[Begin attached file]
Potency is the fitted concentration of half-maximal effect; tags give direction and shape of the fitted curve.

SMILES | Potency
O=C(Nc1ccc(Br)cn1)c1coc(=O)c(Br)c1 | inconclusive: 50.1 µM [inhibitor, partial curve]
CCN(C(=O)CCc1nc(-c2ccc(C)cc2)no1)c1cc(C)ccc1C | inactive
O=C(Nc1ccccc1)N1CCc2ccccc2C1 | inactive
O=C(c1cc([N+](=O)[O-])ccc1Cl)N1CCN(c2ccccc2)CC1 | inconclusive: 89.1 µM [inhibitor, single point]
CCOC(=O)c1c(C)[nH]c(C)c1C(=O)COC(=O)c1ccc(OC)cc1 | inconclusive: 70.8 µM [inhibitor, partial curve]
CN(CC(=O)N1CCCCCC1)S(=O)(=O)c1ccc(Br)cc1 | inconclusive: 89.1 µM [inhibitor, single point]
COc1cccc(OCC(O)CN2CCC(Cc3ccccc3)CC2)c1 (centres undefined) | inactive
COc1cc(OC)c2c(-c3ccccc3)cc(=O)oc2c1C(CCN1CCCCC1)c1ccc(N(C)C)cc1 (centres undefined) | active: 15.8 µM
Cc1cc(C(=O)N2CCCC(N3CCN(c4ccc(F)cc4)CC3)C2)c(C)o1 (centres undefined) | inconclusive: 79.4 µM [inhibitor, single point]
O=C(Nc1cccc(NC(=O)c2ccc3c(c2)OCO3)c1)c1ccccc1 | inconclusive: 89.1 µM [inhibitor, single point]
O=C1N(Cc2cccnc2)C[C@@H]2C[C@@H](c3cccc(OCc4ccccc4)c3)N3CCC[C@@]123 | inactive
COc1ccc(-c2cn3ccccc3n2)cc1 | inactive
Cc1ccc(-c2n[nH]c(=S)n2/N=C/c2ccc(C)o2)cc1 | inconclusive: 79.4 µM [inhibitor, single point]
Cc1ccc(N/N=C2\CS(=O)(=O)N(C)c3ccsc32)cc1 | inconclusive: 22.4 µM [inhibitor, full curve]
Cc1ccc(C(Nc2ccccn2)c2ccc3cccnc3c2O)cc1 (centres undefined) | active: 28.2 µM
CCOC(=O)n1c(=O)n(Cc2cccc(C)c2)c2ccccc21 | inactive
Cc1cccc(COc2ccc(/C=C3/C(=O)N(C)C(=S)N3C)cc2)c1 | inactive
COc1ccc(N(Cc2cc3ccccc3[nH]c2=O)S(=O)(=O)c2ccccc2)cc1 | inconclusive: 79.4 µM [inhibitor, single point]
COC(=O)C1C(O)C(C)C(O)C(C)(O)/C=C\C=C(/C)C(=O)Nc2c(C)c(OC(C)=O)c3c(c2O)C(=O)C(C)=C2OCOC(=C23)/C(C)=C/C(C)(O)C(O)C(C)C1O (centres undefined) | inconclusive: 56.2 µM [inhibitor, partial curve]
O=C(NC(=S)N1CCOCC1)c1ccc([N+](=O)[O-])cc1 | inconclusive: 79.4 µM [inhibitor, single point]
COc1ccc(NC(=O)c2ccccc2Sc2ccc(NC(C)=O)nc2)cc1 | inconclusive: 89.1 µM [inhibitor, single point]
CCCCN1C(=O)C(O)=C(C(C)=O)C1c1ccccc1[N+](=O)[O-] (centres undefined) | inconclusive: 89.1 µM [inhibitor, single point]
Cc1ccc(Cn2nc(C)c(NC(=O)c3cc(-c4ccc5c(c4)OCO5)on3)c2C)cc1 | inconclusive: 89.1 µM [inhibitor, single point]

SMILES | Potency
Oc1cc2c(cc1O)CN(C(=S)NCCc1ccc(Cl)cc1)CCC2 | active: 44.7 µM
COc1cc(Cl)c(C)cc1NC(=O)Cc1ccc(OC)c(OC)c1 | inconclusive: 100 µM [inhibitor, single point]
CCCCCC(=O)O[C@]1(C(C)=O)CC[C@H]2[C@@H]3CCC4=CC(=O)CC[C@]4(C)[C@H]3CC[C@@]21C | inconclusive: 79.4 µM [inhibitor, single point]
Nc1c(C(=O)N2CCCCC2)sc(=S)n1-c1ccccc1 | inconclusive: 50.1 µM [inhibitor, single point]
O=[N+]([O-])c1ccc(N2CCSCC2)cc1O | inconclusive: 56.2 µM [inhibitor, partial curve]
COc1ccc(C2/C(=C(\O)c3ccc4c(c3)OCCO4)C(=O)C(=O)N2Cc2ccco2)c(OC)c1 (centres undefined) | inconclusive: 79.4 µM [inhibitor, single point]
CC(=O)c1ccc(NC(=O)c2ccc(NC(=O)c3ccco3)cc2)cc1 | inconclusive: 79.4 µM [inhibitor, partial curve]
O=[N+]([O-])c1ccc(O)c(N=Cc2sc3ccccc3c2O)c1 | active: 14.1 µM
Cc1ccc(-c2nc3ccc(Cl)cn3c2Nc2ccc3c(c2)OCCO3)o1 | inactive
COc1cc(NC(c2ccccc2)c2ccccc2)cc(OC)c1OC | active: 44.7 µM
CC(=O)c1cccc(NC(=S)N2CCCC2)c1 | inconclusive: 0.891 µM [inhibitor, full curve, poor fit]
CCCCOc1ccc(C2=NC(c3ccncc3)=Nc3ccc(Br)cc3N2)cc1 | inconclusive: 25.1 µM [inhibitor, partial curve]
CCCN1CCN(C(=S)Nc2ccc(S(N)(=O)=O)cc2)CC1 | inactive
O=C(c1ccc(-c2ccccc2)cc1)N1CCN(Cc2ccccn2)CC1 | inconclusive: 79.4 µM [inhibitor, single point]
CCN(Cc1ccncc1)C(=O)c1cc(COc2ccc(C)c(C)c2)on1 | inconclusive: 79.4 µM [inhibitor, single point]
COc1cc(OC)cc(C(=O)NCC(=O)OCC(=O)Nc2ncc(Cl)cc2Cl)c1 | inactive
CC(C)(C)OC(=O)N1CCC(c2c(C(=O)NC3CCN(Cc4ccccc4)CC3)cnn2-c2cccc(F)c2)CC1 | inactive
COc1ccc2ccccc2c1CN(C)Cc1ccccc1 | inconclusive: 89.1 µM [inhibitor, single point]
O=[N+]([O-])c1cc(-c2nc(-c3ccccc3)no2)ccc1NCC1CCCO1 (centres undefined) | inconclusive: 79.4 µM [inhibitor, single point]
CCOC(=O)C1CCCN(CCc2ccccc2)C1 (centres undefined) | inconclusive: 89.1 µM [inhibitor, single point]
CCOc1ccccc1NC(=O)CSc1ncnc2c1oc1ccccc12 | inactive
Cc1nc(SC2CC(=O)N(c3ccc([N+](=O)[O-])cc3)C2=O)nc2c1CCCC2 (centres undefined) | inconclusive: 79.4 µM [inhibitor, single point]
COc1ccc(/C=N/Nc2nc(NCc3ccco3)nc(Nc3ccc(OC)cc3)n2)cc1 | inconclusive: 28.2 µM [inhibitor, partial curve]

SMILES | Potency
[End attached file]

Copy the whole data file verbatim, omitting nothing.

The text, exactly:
Potency is the fitted concentration of half-maximal effect; tags give direction and shape of the fitted curve.

SMILES | Potency
O=C(Nc1ccc(Br)cn1)c1coc(=O)c(Br)c1 | inconclusive: 50.1 µM [inhibitor, partial curve]
CCN(C(=O)CCc1nc(-c2ccc(C)cc2)no1)c1cc(C)ccc1C | inactive
O=C(Nc1ccccc1)N1CCc2ccccc2C1 | inactive
O=C(c1cc([N+](=O)[O-])ccc1Cl)N1CCN(c2ccccc2)CC1 | inconclusive: 89.1 µM [inhibitor, single point]
CCOC(=O)c1c(C)[nH]c(C)c1C(=O)COC(=O)c1ccc(OC)cc1 | inconclusive: 70.8 µM [inhibitor, partial curve]
CN(CC(=O)N1CCCCCC1)S(=O)(=O)c1ccc(Br)cc1 | inconclusive: 89.1 µM [inhibitor, single point]
COc1cccc(OCC(O)CN2CCC(Cc3ccccc3)CC2)c1 (centres undefined) | inactive
COc1cc(OC)c2c(-c3ccccc3)cc(=O)oc2c1C(CCN1CCCCC1)c1ccc(N(C)C)cc1 (centres undefined) | active: 15.8 µM
Cc1cc(C(=O)N2CCCC(N3CCN(c4ccc(F)cc4)CC3)C2)c(C)o1 (centres undefined) | inconclusive: 79.4 µM [inhibitor, single point]
O=C(Nc1cccc(NC(=O)c2ccc3c(c2)OCO3)c1)c1ccccc1 | inconclusive: 89.1 µM [inhibitor, single point]
O=C1N(Cc2cccnc2)C[C@@H]2C[C@@H](c3cccc(OCc4ccccc4)c3)N3CCC[C@@]123 | inactive
COc1ccc(-c2cn3ccccc3n2)cc1 | inactive
Cc1ccc(-c2n[nH]c(=S)n2/N=C/c2ccc(C)o2)cc1 | inconclusive: 79.4 µM [inhibitor, single point]
Cc1ccc(N/N=C2\CS(=O)(=O)N(C)c3ccsc32)cc1 | inconclusive: 22.4 µM [inhibitor, full curve]
Cc1ccc(C(Nc2ccccn2)c2ccc3cccnc3c2O)cc1 (centres undefined) | active: 28.2 µM
CCOC(=O)n1c(=O)n(Cc2cccc(C)c2)c2ccccc21 | inactive
Cc1cccc(COc2ccc(/C=C3/C(=O)N(C)C(=S)N3C)cc2)c1 | inactive
COc1ccc(N(Cc2cc3ccccc3[nH]c2=O)S(=O)(=O)c2ccccc2)cc1 | inconclusive: 79.4 µM [inhibitor, single point]
COC(=O)C1C(O)C(C)C(O)C(C)(O)/C=C\C=C(/C)C(=O)Nc2c(C)c(OC(C)=O)c3c(c2O)C(=O)C(C)=C2OCOC(=C23)/C(C)=C/C(C)(O)C(O)C(C)C1O (centres undefined) | inconclusive: 56.2 µM [inhibitor, partial curve]
O=C(NC(=S)N1CCOCC1)c1ccc([N+](=O)[O-])cc1 | inconclusive: 79.4 µM [inhibitor, single point]
COc1ccc(NC(=O)c2ccccc2Sc2ccc(NC(C)=O)nc2)cc1 | inconclusive: 89.1 µM [inhibitor, single point]
CCCCN1C(=O)C(O)=C(C(C)=O)C1c1ccccc1[N+](=O)[O-] (centres undefined) | inconclusive: 89.1 µM [inhibitor, single point]
Cc1ccc(Cn2nc(C)c(NC(=O)c3cc(-c4ccc5c(c4)OCO5)on3)c2C)cc1 | inconclusive: 89.1 µM [inhibitor, single point]

SMILES | Potency
Oc1cc2c(cc1O)CN(C(=S)NCCc1ccc(Cl)cc1)CCC2 | active: 44.7 µM
COc1cc(Cl)c(C)cc1NC(=O)Cc1ccc(OC)c(OC)c1 | inconclusive: 100 µM [inhibitor, single point]
CCCCCC(=O)O[C@]1(C(C)=O)CC[C@H]2[C@@H]3CCC4=CC(=O)CC[C@]4(C)[C@H]3CC[C@@]21C | inconclusive: 79.4 µM [inhibitor, single point]
Nc1c(C(=O)N2CCCCC2)sc(=S)n1-c1ccccc1 | inconclusive: 50.1 µM [inhibitor, single point]
O=[N+]([O-])c1ccc(N2CCSCC2)cc1O | inconclusive: 56.2 µM [inhibitor, partial curve]
COc1ccc(C2/C(=C(\O)c3ccc4c(c3)OCCO4)C(=O)C(=O)N2Cc2ccco2)c(OC)c1 (centres undefined) | inconclusive: 79.4 µM [inhibitor, single point]
CC(=O)c1ccc(NC(=O)c2ccc(NC(=O)c3ccco3)cc2)cc1 | inconclusive: 79.4 µM [inhibitor, partial curve]
O=[N+]([O-])c1ccc(O)c(N=Cc2sc3ccccc3c2O)c1 | active: 14.1 µM
Cc1ccc(-c2nc3ccc(Cl)cn3c2Nc2ccc3c(c2)OCCO3)o1 | inactive
COc1cc(NC(c2ccccc2)c2ccccc2)cc(OC)c1OC | active: 44.7 µM
CC(=O)c1cccc(NC(=S)N2CCCC2)c1 | inconclusive: 0.891 µM [inhibitor, full curve, poor fit]
CCCCOc1ccc(C2=NC(c3ccncc3)=Nc3ccc(Br)cc3N2)cc1 | inconclusive: 25.1 µM [inhibitor, partial curve]
CCCN1CCN(C(=S)Nc2ccc(S(N)(=O)=O)cc2)CC1 | inactive
O=C(c1ccc(-c2ccccc2)cc1)N1CCN(Cc2ccccn2)CC1 | inconclusive: 79.4 µM [inhibitor, single point]
CCN(Cc1ccncc1)C(=O)c1cc(COc2ccc(C)c(C)c2)on1 | inconclusive: 79.4 µM [inhibitor, single point]
COc1cc(OC)cc(C(=O)NCC(=O)OCC(=O)Nc2ncc(Cl)cc2Cl)c1 | inactive
CC(C)(C)OC(=O)N1CCC(c2c(C(=O)NC3CCN(Cc4ccccc4)CC3)cnn2-c2cccc(F)c2)CC1 | inactive
COc1ccc2ccccc2c1CN(C)Cc1ccccc1 | inconclusive: 89.1 µM [inhibitor, single point]
O=[N+]([O-])c1cc(-c2nc(-c3ccccc3)no2)ccc1NCC1CCCO1 (centres undefined) | inconclusive: 79.4 µM [inhibitor, single point]
CCOC(=O)C1CCCN(CCc2ccccc2)C1 (centres undefined) | inconclusive: 89.1 µM [inhibitor, single point]
CCOc1ccccc1NC(=O)CSc1ncnc2c1oc1ccccc12 | inactive
Cc1nc(SC2CC(=O)N(c3ccc([N+](=O)[O-])cc3)C2=O)nc2c1CCCC2 (centres undefined) | inconclusive: 79.4 µM [inhibitor, single point]
COc1ccc(/C=N/Nc2nc(NCc3ccco3)nc(Nc3ccc(OC)cc3)n2)cc1 | inconclusive: 28.2 µM [inhibitor, partial curve]

SMILES | Potency